The other women on Nauru are all Iranian.

    One suffers from depression and anxiety. At one point, she tried to set herself on fire. That was not her only suicide attempt. She also has mysterious gynaecological and neurological symptoms, and a doctor has said her symptoms could suggest a stroke, Multiple Sclerosis, or Parkinson’s disease.

    Saba Vasefi, an academic and journalist who has published dozens of exclusive stories revealing the situation faced by women held on Nauru, describes the women as “invisible and ignored”.

    “They are women who have faced egregious affronts over seven years of offshore detention,” she tells BuzzFeed News. “Some of them have been separated from family members in Australia for years.”

    The remaining women have told Vasefi that Nauru has become less safe for women as their numbers have diminished, and that they are frightened by stray dogs near their homes.

    A spokesperson for Australia's Department of Home Affairs told BuzzFeed News in an emailed statement: “The management of refugees and failed asylum seekers under regional processing arrangements in Nauru is a matter for the government of Nauru.”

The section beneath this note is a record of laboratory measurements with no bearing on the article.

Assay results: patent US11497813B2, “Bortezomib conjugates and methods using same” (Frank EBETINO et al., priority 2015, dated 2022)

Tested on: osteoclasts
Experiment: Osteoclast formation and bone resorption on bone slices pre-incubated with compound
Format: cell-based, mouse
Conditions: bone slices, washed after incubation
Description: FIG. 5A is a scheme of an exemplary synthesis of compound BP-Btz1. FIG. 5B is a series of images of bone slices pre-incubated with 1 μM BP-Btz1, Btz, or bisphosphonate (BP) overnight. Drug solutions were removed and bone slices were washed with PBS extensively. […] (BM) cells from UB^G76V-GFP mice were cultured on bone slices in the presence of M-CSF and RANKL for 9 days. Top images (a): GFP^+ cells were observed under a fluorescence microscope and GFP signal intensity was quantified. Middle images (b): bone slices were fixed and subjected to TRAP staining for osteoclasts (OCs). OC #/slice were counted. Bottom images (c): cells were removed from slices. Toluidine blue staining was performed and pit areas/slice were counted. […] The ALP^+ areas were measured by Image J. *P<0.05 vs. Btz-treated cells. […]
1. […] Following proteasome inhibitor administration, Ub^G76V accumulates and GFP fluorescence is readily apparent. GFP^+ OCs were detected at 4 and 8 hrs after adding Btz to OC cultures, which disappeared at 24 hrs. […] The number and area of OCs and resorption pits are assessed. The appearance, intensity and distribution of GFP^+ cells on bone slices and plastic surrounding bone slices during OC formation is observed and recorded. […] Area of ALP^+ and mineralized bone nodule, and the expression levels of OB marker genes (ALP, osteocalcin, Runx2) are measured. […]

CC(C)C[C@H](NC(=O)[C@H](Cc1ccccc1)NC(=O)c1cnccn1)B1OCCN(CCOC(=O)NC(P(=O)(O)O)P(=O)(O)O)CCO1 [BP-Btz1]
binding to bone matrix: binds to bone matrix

Vaishnavi is desperately trying to secure a visa for another destination. Her application to go to the US has been rejected. While her partner’s is still under consideration, they have not been allowed to apply jointly. She is facing the same difficulty with a potential application for private sponsorship to Canada.

    “It is very hard, but what can I do? It’s hard when other people are going. I also have some medical health issues, but they have not sent me anywhere [for treatment],” she says. “We don’t know when our refugee life will actually come to an end; I’m just waiting for a solution to this.”

    Asked what she’ll do if she is unable to settle in the US, Australia or Canada, she has no answer.

    Faint possibilities are New Zealand, whose offer to resettle refugees from offshore detention has been repeatedly rebuffed by the Australian government, and Europe. A recent statement from PNG’s Immigration and Citizenship Authority suggested asylum seekers Australia sent to Manus were being privately resettled in Europe.

    “I don’t even know what we can do or what we should do,” she says. “This is my life. I hope my life changes, we’ll see.”

    If you need to talk to someone, you can call Lifeline Australia on 13 11 14 or Beyond Blue Australia on 1300 224 636.